a resident of Atherton: West Atherton
on Mar 26, 2014 at 12:45 pm

Our aquifers are not a free resource - as they are depleted, salt water from the bay seeps into them, and we face potential land sinkage. This is the tragedy of the commons. Conservation in this time of drought and climate change needs to be our first response. Reuse of gray water for landscaping including golf courses should be encouraged.


 +   Like this comment
Posted by janet
a resident of Menlo Park: Stanford Weekend Acres
on Mar 26, 2014 at 12:48 pm

Don't deplete the aquifer. Find a way to use gray water.


 +   Like this comment
Posted by Elizabeth
a resident of Menlo Park: Allied Arts/Stanford Park
on Mar 26, 2014 at 12:52 pm

This is nothing more than a water grab by the country club.

This project is against Menlo Park's own Urban Water Management Plan.

This project is for no other reason than to allow more water for Massive Development.

Not one drop of water is saved.

Country Club will save approx. $600,000. a year for water while raping a natural resource.

City Staff is ignoring Neighborhood and Residents opposition to this project, rather than being their advocate.

NO cost benefit analysis has been done to see what placing smaller wells in the parks and school to water ONLY the parks and schools would save the City.

This project is an abomination and should be stopped immediately!


 +   Like this comment
Posted by Elizabeth
a resident of Menlo Park: Allied Arts/Stanford Park
on Mar 27, 2014 at 4:01 pm

Water is a complicated issue and last night the Environmental Quality Commission not only understood many aspects of water use, management, distribution, conservation, and development impacts on water supplies, but were able to wade through graphs, charts, and the many details and resident concerns that came before you.

In addition, I applaud the EQC's decision to protect a precious natural resource as well as Open Space and Conservation District and City Parks by their strongly worded recommendation to the Menlo Park City Council to cease all work on the potential well project and MOU with the private Sharon Heights Golf and Country Club. Not to mention the time and money Staff has spent on this project.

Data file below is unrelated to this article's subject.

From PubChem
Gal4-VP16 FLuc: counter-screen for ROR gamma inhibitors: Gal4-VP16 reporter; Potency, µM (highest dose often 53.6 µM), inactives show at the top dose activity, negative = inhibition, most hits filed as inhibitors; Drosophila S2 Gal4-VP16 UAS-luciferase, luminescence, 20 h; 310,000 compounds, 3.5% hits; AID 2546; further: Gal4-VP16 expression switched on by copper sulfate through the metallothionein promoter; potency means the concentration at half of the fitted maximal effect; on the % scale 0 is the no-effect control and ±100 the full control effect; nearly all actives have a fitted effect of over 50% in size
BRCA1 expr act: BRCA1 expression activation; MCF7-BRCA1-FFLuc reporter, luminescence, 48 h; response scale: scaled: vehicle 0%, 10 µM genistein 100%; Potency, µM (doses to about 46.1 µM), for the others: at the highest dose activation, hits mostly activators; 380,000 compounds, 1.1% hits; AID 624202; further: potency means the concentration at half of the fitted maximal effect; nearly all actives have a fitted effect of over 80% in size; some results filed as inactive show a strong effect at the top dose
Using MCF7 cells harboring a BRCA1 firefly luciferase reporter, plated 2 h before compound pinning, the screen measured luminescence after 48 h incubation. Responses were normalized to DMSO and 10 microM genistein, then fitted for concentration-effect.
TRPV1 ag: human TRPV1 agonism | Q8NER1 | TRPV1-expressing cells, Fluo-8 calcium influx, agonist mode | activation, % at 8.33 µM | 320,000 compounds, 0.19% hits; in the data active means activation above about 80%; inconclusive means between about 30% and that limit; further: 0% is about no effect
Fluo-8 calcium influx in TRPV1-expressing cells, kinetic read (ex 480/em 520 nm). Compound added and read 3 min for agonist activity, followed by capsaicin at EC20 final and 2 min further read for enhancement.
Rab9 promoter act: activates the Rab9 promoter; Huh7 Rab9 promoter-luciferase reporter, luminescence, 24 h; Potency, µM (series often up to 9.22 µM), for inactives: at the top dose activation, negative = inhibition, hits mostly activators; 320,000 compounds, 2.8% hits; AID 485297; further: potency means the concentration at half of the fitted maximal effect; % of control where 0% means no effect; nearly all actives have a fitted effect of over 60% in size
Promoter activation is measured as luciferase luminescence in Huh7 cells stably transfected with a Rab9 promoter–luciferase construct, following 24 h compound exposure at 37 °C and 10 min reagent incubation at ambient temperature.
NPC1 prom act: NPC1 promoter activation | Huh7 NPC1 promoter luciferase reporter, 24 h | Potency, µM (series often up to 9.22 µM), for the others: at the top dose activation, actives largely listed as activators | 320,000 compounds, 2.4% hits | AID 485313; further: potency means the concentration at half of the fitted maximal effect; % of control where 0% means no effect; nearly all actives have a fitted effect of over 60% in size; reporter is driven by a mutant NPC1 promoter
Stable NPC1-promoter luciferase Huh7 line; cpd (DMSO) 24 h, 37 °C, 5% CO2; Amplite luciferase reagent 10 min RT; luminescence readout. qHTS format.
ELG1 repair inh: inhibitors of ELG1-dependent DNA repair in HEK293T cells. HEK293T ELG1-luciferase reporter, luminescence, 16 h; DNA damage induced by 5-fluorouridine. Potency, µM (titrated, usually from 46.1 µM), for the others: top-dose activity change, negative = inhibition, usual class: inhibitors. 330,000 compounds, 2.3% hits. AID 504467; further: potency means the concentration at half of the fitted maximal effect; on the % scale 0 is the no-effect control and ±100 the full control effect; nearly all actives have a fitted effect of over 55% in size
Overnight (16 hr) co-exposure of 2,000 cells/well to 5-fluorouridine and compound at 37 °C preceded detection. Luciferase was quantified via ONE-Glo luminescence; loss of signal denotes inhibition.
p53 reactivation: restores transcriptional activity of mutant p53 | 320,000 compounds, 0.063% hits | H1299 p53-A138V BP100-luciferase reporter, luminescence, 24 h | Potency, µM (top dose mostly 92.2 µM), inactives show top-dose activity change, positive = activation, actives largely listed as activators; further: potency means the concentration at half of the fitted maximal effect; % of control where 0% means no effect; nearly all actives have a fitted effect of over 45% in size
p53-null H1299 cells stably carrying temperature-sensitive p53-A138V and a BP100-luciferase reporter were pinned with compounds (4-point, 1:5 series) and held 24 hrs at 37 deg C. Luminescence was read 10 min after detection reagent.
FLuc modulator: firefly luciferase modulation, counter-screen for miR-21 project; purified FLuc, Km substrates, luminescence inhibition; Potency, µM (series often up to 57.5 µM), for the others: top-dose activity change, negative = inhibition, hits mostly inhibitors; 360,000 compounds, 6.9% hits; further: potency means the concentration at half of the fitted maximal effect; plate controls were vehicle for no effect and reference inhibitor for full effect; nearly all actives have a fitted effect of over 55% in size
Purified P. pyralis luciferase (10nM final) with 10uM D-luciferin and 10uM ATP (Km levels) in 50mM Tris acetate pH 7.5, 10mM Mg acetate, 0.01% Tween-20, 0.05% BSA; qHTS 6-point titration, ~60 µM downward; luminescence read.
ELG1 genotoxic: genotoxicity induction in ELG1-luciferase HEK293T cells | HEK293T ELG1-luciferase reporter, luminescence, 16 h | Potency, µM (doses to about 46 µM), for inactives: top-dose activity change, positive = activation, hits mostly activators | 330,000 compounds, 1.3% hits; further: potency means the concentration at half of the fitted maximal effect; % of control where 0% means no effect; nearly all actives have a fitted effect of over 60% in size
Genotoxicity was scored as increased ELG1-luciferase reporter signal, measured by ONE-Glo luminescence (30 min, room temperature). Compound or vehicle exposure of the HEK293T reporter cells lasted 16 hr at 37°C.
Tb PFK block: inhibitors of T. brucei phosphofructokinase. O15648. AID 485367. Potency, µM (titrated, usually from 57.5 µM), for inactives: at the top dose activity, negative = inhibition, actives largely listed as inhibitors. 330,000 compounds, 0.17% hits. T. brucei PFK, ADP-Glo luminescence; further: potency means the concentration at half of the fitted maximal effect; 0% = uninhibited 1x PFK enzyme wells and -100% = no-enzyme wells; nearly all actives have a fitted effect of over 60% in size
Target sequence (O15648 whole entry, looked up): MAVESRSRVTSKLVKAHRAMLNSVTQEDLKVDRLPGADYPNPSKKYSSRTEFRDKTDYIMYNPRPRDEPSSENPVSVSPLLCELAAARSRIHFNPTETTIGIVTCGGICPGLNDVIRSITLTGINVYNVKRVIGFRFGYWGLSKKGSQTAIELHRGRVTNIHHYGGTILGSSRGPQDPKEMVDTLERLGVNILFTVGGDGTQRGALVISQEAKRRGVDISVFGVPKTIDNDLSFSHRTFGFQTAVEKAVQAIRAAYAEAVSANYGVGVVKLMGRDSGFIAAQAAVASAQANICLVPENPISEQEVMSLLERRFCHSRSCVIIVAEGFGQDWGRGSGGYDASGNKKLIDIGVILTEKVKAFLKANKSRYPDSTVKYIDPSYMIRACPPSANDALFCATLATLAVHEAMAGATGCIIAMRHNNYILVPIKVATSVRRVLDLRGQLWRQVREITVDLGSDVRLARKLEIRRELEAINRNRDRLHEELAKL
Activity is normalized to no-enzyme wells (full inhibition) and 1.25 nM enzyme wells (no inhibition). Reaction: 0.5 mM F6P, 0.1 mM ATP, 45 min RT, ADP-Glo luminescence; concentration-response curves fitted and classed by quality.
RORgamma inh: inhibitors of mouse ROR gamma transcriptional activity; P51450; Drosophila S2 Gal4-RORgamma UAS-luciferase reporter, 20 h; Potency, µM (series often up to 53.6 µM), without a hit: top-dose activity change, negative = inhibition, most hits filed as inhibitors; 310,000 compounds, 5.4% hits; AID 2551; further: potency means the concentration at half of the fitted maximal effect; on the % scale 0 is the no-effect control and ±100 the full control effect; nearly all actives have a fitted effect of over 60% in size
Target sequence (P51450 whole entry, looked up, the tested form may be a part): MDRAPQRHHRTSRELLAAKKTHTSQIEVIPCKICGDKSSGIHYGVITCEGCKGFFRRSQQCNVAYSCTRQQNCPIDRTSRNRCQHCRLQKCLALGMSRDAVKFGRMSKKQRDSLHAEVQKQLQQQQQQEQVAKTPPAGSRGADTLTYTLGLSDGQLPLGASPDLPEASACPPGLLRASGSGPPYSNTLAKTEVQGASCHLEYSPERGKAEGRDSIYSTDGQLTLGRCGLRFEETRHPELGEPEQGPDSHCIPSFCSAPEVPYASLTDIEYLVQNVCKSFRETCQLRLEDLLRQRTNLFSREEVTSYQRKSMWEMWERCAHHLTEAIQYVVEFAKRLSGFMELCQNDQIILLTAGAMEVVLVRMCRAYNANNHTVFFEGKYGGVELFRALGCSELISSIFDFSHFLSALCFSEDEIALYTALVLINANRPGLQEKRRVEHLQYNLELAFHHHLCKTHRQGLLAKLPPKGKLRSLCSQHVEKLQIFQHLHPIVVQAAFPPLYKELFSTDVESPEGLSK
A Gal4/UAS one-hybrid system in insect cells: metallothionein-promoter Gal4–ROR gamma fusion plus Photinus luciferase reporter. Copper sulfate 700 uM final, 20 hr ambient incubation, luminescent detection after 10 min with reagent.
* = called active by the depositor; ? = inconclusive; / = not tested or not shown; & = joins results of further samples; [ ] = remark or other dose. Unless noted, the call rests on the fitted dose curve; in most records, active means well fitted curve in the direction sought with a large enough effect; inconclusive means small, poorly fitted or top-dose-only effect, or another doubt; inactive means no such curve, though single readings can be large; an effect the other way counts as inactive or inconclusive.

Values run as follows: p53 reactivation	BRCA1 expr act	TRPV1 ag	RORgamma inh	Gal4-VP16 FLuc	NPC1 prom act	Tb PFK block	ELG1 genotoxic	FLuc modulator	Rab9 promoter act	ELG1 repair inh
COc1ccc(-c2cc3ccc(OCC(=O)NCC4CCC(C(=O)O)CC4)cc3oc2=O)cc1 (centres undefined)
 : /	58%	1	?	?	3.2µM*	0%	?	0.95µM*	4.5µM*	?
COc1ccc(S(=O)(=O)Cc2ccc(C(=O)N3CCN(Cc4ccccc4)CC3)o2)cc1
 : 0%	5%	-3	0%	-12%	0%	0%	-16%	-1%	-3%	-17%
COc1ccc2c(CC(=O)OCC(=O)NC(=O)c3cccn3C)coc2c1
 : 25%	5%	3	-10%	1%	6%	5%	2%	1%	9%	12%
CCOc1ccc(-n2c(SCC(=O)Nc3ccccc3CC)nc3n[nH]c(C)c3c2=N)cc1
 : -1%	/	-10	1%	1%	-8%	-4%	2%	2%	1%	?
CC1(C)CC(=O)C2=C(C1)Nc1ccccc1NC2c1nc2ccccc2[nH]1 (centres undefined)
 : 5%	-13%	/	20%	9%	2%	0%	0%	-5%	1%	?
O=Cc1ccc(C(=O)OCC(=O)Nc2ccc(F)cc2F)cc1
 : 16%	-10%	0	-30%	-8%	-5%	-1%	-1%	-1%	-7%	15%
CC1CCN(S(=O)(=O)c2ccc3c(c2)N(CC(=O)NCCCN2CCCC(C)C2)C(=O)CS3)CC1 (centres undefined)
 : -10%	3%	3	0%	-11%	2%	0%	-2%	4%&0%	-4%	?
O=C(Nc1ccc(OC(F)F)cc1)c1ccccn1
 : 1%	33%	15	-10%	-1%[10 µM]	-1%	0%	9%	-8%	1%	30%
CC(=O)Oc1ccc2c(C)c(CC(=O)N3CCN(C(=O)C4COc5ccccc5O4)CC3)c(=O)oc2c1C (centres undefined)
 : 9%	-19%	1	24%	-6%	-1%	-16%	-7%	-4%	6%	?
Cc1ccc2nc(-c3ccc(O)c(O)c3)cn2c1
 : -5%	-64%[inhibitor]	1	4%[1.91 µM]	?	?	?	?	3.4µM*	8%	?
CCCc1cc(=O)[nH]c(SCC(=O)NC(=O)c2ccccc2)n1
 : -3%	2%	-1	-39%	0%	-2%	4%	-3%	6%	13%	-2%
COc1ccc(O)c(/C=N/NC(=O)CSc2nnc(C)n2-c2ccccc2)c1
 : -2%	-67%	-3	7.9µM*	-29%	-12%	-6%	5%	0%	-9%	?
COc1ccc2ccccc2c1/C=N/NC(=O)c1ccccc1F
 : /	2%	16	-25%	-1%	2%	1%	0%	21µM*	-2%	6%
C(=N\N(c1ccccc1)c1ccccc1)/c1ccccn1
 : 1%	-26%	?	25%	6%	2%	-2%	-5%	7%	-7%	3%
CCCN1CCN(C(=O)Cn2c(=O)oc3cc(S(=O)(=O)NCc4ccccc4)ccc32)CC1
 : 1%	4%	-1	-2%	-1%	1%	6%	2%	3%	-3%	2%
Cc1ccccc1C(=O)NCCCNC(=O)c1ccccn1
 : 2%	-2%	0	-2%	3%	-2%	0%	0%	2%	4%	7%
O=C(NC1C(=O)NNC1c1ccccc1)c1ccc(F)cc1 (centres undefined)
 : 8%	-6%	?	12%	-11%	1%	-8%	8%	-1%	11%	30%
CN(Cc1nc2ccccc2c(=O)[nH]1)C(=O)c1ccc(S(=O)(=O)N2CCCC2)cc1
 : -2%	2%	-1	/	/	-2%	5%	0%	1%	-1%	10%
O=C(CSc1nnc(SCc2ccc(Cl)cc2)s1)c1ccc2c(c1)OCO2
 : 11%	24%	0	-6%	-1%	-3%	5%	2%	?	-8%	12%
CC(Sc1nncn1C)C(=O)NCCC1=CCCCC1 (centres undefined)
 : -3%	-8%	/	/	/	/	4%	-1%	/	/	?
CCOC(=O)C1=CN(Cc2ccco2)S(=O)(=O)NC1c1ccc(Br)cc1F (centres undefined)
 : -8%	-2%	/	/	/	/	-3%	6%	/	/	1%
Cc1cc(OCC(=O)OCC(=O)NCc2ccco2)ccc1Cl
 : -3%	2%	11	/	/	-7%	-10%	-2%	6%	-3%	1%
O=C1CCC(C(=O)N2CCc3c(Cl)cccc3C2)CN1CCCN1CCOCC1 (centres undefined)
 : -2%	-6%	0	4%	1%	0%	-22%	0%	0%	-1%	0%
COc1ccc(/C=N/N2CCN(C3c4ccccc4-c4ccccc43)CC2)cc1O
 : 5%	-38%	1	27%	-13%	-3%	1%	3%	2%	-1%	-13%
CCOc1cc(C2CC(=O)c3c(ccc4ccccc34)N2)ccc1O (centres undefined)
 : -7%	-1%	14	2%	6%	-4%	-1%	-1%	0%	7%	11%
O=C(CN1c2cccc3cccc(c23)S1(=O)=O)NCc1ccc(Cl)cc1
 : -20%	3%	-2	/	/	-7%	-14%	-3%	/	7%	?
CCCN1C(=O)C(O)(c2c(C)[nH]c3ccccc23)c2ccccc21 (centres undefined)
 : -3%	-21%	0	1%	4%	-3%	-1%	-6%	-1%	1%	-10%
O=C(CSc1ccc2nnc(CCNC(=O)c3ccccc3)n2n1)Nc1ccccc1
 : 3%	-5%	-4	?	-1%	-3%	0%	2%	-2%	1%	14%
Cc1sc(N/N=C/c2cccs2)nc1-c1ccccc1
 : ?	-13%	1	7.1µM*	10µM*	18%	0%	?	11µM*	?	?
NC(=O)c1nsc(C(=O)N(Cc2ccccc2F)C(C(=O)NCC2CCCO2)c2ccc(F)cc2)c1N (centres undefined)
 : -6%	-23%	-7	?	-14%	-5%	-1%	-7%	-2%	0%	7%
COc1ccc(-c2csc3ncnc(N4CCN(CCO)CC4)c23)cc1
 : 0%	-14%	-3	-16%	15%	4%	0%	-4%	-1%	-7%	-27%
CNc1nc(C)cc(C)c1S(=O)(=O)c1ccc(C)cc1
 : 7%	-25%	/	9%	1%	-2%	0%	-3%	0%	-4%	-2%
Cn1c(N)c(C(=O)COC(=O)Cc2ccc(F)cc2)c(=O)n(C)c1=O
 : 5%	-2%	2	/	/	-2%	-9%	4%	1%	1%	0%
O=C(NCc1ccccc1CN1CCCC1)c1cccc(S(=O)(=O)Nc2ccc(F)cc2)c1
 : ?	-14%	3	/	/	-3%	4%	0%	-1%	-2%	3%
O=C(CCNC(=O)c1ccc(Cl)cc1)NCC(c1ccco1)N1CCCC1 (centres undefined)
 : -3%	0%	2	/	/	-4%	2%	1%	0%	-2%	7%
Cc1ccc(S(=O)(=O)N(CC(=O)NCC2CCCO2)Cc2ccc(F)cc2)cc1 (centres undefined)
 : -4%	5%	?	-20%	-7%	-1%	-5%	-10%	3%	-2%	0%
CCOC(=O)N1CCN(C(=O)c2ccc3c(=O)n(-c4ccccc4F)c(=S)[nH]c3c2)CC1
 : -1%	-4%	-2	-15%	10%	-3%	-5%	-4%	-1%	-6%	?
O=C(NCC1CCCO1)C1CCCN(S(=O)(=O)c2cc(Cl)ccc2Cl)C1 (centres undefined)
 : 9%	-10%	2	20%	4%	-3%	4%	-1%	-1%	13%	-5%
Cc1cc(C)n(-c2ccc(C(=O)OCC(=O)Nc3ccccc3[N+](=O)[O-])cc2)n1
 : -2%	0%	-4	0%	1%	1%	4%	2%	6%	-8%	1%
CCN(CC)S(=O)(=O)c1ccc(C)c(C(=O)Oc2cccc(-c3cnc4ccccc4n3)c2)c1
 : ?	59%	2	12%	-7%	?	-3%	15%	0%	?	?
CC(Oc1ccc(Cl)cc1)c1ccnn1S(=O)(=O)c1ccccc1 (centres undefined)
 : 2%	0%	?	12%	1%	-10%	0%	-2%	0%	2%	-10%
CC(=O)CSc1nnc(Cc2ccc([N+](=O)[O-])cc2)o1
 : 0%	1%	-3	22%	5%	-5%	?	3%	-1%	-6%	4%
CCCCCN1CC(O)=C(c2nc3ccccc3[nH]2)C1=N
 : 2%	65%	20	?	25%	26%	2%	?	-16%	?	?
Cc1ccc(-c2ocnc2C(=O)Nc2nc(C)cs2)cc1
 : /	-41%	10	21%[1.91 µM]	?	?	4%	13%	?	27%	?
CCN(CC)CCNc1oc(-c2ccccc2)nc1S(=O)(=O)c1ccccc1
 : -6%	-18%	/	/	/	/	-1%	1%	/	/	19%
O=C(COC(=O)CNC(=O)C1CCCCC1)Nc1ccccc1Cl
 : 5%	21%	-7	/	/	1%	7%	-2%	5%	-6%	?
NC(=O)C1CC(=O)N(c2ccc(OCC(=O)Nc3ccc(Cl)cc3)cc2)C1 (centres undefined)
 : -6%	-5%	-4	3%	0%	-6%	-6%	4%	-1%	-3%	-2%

Residents also appreciated including overwhelming resident objection to the project and the principle of putting a private well in a public part to take a natural resource benefiting few but the Country Club. Residents felt our objections were being ignored, omitted, and dismissed in this process.

It is my hope that the Staff will investigate putting smaller individual wells in the parks to water only the parks. I believe the cost benefit analysis of such a scheme should be studied as an alternative to Hetch Hetchy use, and that the money saved should be put toward continued water conservation incentives and or adjudication of the aquifer in San Mateo County.


 +   Like this comment
Posted by Old MP
a resident of Menlo Park: Central Menlo Park
on Apr 1, 2014 at 5:37 pm

Time to invest in redistributing Menlo Park's treated wastewater. Instead of flushing to the bay, it may be time to invest in piping the water to parks (and golf courses) for irrigation.